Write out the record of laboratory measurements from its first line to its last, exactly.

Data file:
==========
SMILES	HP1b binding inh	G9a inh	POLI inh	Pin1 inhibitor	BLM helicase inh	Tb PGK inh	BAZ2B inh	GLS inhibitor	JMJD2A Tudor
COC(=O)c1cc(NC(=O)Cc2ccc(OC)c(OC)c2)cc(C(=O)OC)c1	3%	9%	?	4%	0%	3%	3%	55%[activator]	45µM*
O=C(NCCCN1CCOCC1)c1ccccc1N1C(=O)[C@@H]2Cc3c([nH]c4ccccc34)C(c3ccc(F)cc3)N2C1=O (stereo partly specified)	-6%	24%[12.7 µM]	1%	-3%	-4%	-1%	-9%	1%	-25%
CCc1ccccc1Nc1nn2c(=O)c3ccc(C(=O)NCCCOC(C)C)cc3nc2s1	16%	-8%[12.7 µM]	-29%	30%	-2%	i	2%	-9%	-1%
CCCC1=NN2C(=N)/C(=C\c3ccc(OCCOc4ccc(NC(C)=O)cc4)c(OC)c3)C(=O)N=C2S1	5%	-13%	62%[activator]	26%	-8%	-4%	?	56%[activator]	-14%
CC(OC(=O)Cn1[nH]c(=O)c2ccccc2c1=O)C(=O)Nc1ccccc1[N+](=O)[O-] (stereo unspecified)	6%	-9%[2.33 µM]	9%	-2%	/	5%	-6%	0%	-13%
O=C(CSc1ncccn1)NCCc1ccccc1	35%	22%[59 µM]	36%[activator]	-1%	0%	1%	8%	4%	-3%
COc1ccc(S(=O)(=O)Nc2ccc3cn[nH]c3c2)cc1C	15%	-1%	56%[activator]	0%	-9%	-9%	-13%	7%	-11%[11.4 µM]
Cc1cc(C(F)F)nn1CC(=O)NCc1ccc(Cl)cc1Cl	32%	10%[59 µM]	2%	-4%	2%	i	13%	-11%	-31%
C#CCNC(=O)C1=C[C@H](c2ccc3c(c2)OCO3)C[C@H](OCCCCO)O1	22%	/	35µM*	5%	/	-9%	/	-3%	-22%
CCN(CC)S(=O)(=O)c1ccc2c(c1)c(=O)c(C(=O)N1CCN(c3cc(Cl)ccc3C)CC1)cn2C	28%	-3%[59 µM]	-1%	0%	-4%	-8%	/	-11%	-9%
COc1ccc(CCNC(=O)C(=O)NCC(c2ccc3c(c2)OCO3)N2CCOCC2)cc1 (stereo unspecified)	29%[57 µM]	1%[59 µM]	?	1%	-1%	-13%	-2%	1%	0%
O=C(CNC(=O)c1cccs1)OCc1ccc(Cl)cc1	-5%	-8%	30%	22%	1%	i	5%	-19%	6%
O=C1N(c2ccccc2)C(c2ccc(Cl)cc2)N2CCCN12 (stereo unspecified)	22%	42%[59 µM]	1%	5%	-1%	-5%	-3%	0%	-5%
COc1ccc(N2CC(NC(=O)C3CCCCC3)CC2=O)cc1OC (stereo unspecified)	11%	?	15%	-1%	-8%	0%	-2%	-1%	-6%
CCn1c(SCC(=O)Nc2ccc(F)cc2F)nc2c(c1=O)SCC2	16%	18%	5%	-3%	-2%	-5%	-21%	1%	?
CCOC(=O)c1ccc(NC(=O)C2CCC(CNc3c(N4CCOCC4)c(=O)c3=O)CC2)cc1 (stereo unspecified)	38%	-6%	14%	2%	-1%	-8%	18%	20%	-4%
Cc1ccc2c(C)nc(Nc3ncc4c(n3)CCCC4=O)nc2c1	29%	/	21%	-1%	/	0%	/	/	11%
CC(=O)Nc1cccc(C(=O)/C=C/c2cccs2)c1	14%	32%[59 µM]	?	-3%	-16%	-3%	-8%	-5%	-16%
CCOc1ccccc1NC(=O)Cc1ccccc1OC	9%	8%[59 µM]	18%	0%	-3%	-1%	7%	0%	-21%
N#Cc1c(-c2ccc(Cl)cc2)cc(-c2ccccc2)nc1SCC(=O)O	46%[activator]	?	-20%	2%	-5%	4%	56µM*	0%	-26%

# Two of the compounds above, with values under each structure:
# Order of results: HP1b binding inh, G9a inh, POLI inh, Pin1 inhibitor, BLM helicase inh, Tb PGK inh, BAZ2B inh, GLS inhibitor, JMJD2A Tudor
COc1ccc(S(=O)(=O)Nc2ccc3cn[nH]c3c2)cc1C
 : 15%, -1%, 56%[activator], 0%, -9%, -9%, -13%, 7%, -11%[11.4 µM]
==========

SMILES	HP1b binding inh	G9a inh	POLI inh	Pin1 inhibitor	BLM helicase inh	Tb PGK inh	BAZ2B inh	GLS inhibitor	JMJD2A Tudor
COC(=O)c1cc(NC(=O)Cc2ccc(OC)c(OC)c2)cc(C(=O)OC)c1	3%	9%	?	4%	0%	3%	3%	55%[activator]	45µM*
O=C(NCCCN1CCOCC1)c1ccccc1N1C(=O)[C@@H]2Cc3c([nH]c4ccccc34)C(c3ccc(F)cc3)N2C1=O (stereo partly specified)	-6%	24%[12.7 µM]	1%	-3%	-4%	-1%	-9%	1%	-25%
CCc1ccccc1Nc1nn2c(=O)c3ccc(C(=O)NCCCOC(C)C)cc3nc2s1	16%	-8%[12.7 µM]	-29%	30%	-2%	i	2%	-9%	-1%
CCCC1=NN2C(=N)/C(=C\c3ccc(OCCOc4ccc(NC(C)=O)cc4)c(OC)c3)C(=O)N=C2S1	5%	-13%	62%[activator]	26%	-8%	-4%	?	56%[activator]	-14%
CC(OC(=O)Cn1[nH]c(=O)c2ccccc2c1=O)C(=O)Nc1ccccc1[N+](=O)[O-] (stereo unspecified)	6%	-9%[2.33 µM]	9%	-2%	/	5%	-6%	0%	-13%
O=C(CSc1ncccn1)NCCc1ccccc1	35%	22%[59 µM]	36%[activator]	-1%	0%	1%	8%	4%	-3%
COc1ccc(S(=O)(=O)Nc2ccc3cn[nH]c3c2)cc1C	15%	-1%	56%[activator]	0%	-9%	-9%	-13%	7%	-11%[11.4 µM]
Cc1cc(C(F)F)nn1CC(=O)NCc1ccc(Cl)cc1Cl	32%	10%[59 µM]	2%	-4%	2%	i	13%	-11%	-31%
C#CCNC(=O)C1=C[C@H](c2ccc3c(c2)OCO3)C[C@H](OCCCCO)O1	22%	/	35µM*	5%	/	-9%	/	-3%	-22%
CCN(CC)S(=O)(=O)c1ccc2c(c1)c(=O)c(C(=O)N1CCN(c3cc(Cl)ccc3C)CC1)cn2C	28%	-3%[59 µM]	-1%	0%	-4%	-8%	/	-11%	-9%
COc1ccc(CCNC(=O)C(=O)NCC(c2ccc3c(c2)OCO3)N2CCOCC2)cc1 (stereo unspecified)	29%[57 µM]	1%[59 µM]	?	1%	-1%	-13%	-2%	1%	0%
O=C(CNC(=O)c1cccs1)OCc1ccc(Cl)cc1	-5%	-8%	30%	22%	1%	i	5%	-19%	6%
O=C1N(c2ccccc2)C(c2ccc(Cl)cc2)N2CCCN12 (stereo unspecified)	22%	42%[59 µM]	1%	5%	-1%	-5%	-3%	0%	-5%
COc1ccc(N2CC(NC(=O)C3CCCCC3)CC2=O)cc1OC (stereo unspecified)	11%	?	15%	-1%	-8%	0%	-2%	-1%	-6%
CCn1c(SCC(=O)Nc2ccc(F)cc2F)nc2c(c1=O)SCC2	16%	18%	5%	-3%	-2%	-5%	-21%	1%	?
CCOC(=O)c1ccc(NC(=O)C2CCC(CNc3c(N4CCOCC4)c(=O)c3=O)CC2)cc1 (stereo unspecified)	38%	-6%	14%	2%	-1%	-8%	18%	20%	-4%
Cc1ccc2c(C)nc(Nc3ncc4c(n3)CCCC4=O)nc2c1	29%	/	21%	-1%	/	0%	/	/	11%
CC(=O)Nc1cccc(C(=O)/C=C/c2cccs2)c1	14%	32%[59 µM]	?	-3%	-16%	-3%	-8%	-5%	-16%
CCOc1ccccc1NC(=O)Cc1ccccc1OC	9%	8%[59 µM]	18%	0%	-3%	-1%	7%	0%	-21%
N#Cc1c(-c2ccc(Cl)cc2)cc(-c2ccccc2)nc1SCC(=O)O	46%[activator]	?	-20%	2%	-5%	4%	56µM*	0%	-26%

# Two of the compounds above, with values under each structure:
# Order of results: HP1b binding inh, G9a inh, POLI inh, Pin1 inhibitor, BLM helicase inh, Tb PGK inh, BAZ2B inh, GLS inhibitor, JMJD2A Tudor
COc1ccc(S(=O)(=O)Nc2ccc3cn[nH]c3c2)cc1C
 : 15%, -1%, 56%[activator], 0%, -9%, -9%, -13%, 7%, -11%[11.4 µM]